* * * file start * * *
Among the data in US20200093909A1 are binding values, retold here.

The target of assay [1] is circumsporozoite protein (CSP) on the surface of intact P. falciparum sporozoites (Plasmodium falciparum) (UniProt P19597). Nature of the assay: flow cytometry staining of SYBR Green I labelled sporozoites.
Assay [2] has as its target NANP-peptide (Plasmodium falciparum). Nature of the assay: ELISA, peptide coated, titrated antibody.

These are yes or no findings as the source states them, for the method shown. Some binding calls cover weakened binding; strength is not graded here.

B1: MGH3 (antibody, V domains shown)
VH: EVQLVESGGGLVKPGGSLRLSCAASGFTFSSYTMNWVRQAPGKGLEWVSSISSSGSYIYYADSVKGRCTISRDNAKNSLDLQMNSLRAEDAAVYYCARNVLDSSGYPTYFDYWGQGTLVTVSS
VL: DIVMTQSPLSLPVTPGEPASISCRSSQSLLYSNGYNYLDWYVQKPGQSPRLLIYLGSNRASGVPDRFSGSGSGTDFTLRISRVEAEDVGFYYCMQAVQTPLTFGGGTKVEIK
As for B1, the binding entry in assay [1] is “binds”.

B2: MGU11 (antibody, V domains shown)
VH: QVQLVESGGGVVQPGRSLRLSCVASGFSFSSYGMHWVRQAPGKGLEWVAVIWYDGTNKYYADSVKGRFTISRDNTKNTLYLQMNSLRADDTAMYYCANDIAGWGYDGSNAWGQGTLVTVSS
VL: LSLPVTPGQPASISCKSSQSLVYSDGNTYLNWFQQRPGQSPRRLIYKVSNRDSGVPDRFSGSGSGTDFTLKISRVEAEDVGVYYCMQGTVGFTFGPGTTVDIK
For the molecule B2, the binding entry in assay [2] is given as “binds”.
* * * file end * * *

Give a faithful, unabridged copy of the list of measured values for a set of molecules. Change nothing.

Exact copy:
Among the data in US20200093909A1 are binding values, retold here.

The target of assay [1] is circumsporozoite protein (CSP) on the surface of intact P. falciparum sporozoites (Plasmodium falciparum) (UniProt P19597). Nature of the assay: flow cytometry staining of SYBR Green I labelled sporozoites.
Assay [2] has as its target NANP-peptide (Plasmodium falciparum). Nature of the assay: ELISA, peptide coated, titrated antibody.

These are yes or no findings as the source states them, for the method shown. Some binding calls cover weakened binding; strength is not graded here.

B1: MGH3 (antibody, V domains shown)
VH: EVQLVESGGGLVKPGGSLRLSCAASGFTFSSYTMNWVRQAPGKGLEWVSSISSSGSYIYYADSVKGRCTISRDNAKNSLDLQMNSLRAEDAAVYYCARNVLDSSGYPTYFDYWGQGTLVTVSS
VL: DIVMTQSPLSLPVTPGEPASISCRSSQSLLYSNGYNYLDWYVQKPGQSPRLLIYLGSNRASGVPDRFSGSGSGTDFTLRISRVEAEDVGFYYCMQAVQTPLTFGGGTKVEIK
As for B1, the binding entry in assay [1] is “binds”.

B2: MGU11 (antibody, V domains shown)
VH: QVQLVESGGGVVQPGRSLRLSCVASGFSFSSYGMHWVRQAPGKGLEWVAVIWYDGTNKYYADSVKGRFTISRDNTKNTLYLQMNSLRADDTAMYYCANDIAGWGYDGSNAWGQGTLVTVSS
VL: LSLPVTPGQPASISCKSSQSLVYSDGNTYLNWFQQRPGQSPRRLIYKVSNRDSGVPDRFSGSGSGTDFTLKISRVEAEDVGVYYCMQGTVGFTFGPGTTVDIK
For the molecule B2, the binding entry in assay [2] is given as “binds”.